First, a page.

Monthly Archives: December 2011
Take the saints, for example. Here’s something from St Bernard of Clairvaux
‘Experto crede: aliquid amplius invenies in silvis, quam in libris. Ligna et lapides docebunt te, quod a magistris audire non possis. ‘
‘Believe me, you will find more lessons in the woods than in books. Trees and stones will teach you what you cannot learn from masters.’
I once knew someone who had never read any A.A. Milne and had no real conception of Pooh, Christopher Robin, Eeyore, Tigger, Piglet, Owl, Kanga and Roo, let alone Hundred Acre Wood.
This, to me, was like the the Unimaginable Sadness of Cristiano Ronaldo. In fact, it’s worse.
Wind on the Hill
No one can tell me,
Where the wind comes from,
Where the wind goes.
It’s flying from somewhere
As fast as it can,
I couldn’t keep up with it,
Not if I ran.
But if I stopped holding
The string of my kite,
It would blow with the wind
For a day and a night.
And then when I found it,
Wherever it blew,
I should know that the wind
Had been going there too.
So then I could tell them
Where the wind goes…
But where the wind comes from
You can put off reading classics, I suppose. Or you can re-read them in a different context, but I don’t think you can catch up with A.A. Milne’s world after childhood. It just wouldn’t work. Parents, read your children a little of it, please, before it is too late.
A Turner painting is like a vague childhood memory, a romantic pre-cursor to the impressionist period of youth which is, in its turn, seen off by the hard edges of distracted abstraction in middle age.
The original work hangs in the National Gallery, London.
Mind in its purest play is like some bat
That beats about in caverns all alone,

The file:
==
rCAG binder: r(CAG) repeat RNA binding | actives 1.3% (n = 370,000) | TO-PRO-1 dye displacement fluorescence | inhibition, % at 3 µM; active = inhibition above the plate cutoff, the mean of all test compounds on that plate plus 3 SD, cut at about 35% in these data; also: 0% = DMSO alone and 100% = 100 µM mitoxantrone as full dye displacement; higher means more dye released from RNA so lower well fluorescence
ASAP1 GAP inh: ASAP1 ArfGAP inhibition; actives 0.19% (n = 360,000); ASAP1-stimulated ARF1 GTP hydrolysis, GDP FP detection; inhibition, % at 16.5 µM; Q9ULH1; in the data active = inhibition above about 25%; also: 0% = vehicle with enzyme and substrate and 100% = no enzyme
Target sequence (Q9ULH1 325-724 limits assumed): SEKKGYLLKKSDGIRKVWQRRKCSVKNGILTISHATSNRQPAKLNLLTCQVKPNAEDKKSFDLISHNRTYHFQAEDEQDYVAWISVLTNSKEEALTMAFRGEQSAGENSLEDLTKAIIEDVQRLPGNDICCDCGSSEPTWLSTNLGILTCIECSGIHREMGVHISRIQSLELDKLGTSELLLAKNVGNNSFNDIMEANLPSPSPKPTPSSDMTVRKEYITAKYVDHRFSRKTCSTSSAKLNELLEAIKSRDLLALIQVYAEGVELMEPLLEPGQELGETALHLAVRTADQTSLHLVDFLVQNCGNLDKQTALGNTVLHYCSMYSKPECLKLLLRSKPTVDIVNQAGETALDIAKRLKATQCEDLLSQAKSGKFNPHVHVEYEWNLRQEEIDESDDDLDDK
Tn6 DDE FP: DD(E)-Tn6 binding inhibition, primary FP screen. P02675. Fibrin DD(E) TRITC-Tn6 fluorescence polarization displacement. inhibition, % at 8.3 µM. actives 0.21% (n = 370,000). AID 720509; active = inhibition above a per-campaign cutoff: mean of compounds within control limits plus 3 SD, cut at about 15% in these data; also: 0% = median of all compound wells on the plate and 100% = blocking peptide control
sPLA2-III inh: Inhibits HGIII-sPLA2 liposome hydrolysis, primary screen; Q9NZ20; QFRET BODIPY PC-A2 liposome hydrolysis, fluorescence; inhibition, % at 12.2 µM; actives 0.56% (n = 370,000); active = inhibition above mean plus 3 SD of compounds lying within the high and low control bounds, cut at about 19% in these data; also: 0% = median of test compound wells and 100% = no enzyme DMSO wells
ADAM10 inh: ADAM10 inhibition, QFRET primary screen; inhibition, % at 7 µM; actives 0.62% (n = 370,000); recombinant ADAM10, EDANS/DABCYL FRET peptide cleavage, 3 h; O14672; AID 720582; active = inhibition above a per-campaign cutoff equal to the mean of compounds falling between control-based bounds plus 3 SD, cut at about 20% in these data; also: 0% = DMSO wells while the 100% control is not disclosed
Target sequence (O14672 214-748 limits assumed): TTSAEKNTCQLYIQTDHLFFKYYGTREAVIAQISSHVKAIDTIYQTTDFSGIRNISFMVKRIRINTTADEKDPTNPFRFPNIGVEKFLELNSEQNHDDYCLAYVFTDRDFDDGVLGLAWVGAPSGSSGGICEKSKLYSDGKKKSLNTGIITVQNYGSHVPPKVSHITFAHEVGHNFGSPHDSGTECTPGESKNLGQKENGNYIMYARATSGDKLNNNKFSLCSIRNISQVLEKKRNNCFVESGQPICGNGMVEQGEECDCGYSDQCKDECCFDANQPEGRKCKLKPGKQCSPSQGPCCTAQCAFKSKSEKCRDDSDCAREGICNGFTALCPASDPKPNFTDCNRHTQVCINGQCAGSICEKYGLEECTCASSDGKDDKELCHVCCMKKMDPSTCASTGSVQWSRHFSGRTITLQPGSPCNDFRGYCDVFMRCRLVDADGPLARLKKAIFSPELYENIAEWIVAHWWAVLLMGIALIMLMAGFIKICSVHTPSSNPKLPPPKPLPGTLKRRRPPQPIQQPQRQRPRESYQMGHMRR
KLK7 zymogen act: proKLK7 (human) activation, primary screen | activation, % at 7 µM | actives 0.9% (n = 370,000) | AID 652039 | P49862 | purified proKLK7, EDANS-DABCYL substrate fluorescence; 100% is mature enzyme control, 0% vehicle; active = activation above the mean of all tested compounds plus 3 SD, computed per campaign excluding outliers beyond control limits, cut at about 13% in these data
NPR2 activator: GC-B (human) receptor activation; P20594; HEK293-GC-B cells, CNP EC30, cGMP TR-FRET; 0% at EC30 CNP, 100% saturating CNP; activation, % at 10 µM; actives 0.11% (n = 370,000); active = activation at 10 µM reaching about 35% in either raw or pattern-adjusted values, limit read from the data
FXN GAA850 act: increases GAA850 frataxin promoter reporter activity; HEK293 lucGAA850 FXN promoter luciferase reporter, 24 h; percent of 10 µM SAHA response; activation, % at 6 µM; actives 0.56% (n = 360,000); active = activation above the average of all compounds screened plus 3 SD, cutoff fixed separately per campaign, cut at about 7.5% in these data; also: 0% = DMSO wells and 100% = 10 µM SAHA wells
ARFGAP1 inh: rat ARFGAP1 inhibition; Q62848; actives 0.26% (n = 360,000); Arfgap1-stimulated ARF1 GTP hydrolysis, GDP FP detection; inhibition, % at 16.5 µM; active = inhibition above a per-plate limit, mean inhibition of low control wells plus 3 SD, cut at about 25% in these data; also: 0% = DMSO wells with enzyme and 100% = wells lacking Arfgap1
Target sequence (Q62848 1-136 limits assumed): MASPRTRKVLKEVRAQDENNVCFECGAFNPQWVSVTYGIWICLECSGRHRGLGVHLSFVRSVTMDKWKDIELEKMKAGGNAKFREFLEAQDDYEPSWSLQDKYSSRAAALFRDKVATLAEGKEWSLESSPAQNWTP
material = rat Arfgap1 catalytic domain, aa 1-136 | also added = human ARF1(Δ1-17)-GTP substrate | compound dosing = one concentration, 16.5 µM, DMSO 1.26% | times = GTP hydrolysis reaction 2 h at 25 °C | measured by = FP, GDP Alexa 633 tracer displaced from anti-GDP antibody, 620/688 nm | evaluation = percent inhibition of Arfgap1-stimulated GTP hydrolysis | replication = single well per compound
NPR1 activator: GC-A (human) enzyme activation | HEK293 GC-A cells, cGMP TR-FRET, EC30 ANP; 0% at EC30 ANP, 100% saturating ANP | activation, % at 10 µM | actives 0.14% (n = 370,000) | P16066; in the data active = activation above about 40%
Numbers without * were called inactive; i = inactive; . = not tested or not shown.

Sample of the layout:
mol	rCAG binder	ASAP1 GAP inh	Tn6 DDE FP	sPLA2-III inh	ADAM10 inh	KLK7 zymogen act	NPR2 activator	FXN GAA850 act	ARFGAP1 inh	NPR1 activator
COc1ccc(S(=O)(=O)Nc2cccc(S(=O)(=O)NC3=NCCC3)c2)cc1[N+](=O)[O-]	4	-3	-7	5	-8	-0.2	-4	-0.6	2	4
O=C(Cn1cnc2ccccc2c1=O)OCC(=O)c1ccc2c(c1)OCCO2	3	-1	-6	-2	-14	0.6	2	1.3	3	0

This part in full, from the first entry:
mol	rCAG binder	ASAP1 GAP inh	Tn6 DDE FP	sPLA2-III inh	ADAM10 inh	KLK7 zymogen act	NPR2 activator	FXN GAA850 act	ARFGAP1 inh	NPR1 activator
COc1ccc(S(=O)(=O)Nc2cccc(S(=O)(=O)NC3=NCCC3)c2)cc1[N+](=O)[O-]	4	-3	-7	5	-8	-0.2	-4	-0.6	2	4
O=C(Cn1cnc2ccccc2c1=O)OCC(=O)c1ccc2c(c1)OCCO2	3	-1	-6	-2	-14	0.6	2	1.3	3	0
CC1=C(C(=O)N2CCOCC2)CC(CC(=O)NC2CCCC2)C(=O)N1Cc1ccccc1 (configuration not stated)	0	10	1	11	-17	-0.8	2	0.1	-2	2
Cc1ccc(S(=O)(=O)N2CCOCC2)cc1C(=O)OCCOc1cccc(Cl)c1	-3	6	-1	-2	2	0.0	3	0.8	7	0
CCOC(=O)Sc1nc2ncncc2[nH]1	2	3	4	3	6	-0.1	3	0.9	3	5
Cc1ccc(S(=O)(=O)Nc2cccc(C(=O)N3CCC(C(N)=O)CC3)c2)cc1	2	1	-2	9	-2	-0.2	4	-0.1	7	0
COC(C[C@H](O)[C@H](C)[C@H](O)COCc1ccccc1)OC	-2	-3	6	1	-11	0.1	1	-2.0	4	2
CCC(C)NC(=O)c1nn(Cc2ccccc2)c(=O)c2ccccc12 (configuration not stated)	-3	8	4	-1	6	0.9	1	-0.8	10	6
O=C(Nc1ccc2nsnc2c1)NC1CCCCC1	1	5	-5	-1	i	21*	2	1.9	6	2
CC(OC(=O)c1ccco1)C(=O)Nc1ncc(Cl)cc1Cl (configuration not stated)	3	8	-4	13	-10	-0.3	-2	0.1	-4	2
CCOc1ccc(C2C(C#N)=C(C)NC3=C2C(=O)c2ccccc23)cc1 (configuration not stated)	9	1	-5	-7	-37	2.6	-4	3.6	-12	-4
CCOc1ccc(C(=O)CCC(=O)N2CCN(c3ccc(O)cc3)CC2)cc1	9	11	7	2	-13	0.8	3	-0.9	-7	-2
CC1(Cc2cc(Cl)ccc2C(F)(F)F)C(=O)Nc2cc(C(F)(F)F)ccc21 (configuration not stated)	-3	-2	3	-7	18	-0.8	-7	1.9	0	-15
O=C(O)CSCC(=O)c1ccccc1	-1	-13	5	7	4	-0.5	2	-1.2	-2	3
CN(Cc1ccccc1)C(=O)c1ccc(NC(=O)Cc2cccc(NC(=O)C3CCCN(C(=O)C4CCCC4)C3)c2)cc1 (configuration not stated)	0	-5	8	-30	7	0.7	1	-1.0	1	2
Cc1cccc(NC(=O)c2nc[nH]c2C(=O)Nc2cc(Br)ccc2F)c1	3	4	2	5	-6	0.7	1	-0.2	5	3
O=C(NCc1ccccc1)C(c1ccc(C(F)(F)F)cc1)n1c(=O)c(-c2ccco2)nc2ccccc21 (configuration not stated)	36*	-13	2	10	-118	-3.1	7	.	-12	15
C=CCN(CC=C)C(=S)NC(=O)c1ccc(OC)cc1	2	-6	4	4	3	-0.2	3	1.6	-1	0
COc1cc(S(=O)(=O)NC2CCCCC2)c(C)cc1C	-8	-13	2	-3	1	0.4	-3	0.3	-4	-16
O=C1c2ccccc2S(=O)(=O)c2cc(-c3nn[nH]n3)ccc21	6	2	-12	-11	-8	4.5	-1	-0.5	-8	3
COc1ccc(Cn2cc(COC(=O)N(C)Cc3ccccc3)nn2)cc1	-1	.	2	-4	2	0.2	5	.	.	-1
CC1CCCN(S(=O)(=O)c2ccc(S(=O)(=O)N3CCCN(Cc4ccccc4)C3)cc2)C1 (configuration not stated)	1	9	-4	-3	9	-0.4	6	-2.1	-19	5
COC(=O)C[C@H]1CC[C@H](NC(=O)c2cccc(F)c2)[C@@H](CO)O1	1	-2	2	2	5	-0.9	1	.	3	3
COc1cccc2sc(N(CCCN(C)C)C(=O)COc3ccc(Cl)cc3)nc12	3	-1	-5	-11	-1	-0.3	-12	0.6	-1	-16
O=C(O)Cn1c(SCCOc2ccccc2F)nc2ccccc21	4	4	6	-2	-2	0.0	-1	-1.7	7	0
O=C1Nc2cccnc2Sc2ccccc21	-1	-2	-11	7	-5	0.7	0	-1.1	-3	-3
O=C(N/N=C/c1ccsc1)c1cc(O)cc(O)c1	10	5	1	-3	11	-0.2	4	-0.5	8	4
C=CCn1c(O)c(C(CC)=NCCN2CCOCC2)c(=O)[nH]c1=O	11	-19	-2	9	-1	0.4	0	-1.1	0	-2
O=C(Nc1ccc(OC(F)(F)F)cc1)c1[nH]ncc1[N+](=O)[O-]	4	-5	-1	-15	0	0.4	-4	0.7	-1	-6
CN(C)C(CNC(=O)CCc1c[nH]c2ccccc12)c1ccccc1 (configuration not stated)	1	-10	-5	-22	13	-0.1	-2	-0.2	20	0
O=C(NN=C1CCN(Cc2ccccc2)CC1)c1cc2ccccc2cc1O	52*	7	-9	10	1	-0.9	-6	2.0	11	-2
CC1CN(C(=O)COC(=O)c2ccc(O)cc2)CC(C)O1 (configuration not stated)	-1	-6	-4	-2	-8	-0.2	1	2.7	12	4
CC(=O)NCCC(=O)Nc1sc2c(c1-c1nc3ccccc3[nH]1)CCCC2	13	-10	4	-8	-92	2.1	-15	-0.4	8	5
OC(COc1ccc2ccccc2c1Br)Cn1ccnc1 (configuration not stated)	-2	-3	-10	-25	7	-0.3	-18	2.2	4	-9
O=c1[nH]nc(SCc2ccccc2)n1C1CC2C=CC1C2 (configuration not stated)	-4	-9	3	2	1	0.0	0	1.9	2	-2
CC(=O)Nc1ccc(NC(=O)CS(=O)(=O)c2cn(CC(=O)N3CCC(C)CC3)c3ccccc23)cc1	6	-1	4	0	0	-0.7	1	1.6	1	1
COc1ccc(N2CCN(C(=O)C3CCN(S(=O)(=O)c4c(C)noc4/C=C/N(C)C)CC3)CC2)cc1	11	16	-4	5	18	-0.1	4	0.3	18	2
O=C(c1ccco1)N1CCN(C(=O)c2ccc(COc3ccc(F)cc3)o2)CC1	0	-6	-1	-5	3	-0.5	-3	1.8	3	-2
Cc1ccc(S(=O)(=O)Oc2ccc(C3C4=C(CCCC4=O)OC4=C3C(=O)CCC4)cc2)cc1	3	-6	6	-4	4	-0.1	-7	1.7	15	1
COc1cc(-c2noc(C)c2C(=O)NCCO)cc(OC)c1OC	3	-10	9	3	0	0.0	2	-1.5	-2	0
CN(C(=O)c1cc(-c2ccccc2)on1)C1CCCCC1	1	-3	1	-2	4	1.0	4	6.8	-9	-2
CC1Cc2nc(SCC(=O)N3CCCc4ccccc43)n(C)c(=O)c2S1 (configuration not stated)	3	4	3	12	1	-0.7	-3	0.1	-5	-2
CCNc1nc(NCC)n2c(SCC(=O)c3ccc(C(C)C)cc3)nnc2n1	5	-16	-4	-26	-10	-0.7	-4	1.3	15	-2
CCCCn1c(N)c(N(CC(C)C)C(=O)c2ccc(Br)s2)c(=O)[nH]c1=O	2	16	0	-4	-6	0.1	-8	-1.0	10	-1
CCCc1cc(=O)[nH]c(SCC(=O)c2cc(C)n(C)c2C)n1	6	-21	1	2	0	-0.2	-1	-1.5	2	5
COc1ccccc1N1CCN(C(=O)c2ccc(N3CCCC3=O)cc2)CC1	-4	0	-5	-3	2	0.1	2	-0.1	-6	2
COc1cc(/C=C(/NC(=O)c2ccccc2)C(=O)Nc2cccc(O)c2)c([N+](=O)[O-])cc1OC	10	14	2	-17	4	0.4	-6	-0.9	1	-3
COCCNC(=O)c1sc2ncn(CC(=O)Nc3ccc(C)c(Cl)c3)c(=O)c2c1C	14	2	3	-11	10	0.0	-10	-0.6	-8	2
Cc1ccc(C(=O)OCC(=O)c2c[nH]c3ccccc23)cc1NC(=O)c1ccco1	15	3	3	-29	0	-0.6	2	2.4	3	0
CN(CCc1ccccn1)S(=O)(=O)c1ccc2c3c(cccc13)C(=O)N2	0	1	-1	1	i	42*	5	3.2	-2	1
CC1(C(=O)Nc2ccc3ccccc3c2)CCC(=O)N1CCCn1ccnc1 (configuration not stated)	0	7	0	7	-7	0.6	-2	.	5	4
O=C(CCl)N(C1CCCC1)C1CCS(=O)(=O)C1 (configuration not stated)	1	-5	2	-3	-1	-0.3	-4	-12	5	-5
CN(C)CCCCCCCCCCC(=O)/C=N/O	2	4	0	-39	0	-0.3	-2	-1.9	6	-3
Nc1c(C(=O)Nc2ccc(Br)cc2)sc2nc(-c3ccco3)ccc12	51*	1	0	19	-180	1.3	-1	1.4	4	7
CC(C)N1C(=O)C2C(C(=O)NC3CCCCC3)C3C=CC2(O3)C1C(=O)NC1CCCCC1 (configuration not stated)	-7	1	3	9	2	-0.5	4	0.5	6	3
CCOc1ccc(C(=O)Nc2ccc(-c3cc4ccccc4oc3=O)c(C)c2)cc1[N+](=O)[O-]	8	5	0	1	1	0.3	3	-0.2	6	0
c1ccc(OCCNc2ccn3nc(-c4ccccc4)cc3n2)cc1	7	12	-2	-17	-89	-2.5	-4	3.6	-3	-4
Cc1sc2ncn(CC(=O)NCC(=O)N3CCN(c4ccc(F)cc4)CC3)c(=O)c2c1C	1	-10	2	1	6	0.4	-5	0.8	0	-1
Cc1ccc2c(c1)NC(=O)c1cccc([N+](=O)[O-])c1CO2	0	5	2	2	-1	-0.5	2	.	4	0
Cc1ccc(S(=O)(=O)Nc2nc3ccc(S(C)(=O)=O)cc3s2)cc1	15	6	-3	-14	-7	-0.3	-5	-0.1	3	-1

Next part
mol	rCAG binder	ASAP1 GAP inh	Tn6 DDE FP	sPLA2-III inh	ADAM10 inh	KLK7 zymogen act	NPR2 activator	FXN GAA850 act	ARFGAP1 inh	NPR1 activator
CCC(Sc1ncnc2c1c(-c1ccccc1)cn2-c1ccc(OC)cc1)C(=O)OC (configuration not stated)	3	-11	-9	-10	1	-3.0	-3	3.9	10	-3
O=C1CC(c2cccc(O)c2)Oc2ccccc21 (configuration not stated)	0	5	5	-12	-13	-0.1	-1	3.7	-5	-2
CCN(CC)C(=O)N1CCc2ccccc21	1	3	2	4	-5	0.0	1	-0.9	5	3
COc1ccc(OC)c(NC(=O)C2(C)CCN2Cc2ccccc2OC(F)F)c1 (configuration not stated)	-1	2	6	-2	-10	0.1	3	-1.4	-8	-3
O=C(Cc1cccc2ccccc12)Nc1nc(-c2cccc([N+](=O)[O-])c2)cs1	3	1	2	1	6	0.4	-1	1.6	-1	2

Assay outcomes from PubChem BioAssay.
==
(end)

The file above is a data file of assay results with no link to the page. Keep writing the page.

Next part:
Contriving by a kind of senseless wit
Not to conclude against a wall of stone.
It has no need to falter or explore;
Darkly it knows what obstacles are there,
And so may weave and flitter, dip and soar
In perfect courses through the blackest air.
And has this simile a like perfection?
The mind is like a bat. Precisely. Save
That in the very happiest intellection
A graceful error may correct the cave.
I got up this morning wondering about Wittgenstein’s idea that if a lion could speak we couldn’t understand him. This makes sense because, sometimes, when humans speak my own language I can’t understand them either. It seems that Wittgenstein meant we could not begin to conceive of a lion’s experience of life and the older I get, the harder it is to conceive of another human’s experience of life, unless it is a sort of metaphysical understanding – something beyond words. I wonder if I could apply that to a lion, despite Wittgenstein.
Thus, you will see that Richard Wilbur’s poem gave me some small clarity for the day; although I did wonder if language, rather than the mind, was more like a bat. I do not believe all thought is language-based…which brings me to another of Wittgenstein’s ideas which was that language is the cage whose walls we keep climbing. Whichsoever, the cave is dark enough for silent contemplation.
The Tatling seems to have been around forever. It hardly seems like yesterday he was group winner; arguably his finest hour coming at Ascot in the King’s Stand in 2004. I say arguably because anyone who saw him motoring wide up the home straight yesterday for an unbelievable, yes really unbelievable, short head win, would have to allow that, aged 14, he really has still got it all going on in the heart-racing stakes. SP returned at a massive 16/1. No-one really expected he was going to win… That he did, just shows. What, I would not like to say. Perhaps that there is hope for the most jaded of us all.
The sight of him yesterday, his woolly winter coat starting to come through, was enough to warm a cold heart.
He’s a really bonny horse too, with a dished head that looks a little like an Arab, or a Welsh pony. Most of the photos on the web are of him racing, head stuck out, ears back, showing all the determination in the world but not his prettiest side. I’ve therefore gone with this one of him from a win earlier this year, by far the most handsome of them all (including Hayley Turner). Photos from yesterday here
The Tatling: 23 April 1997 Perugino – Aunty Eileen
176 races: 18 wins (4 Group races), 53 places
Career Earnings: £687,763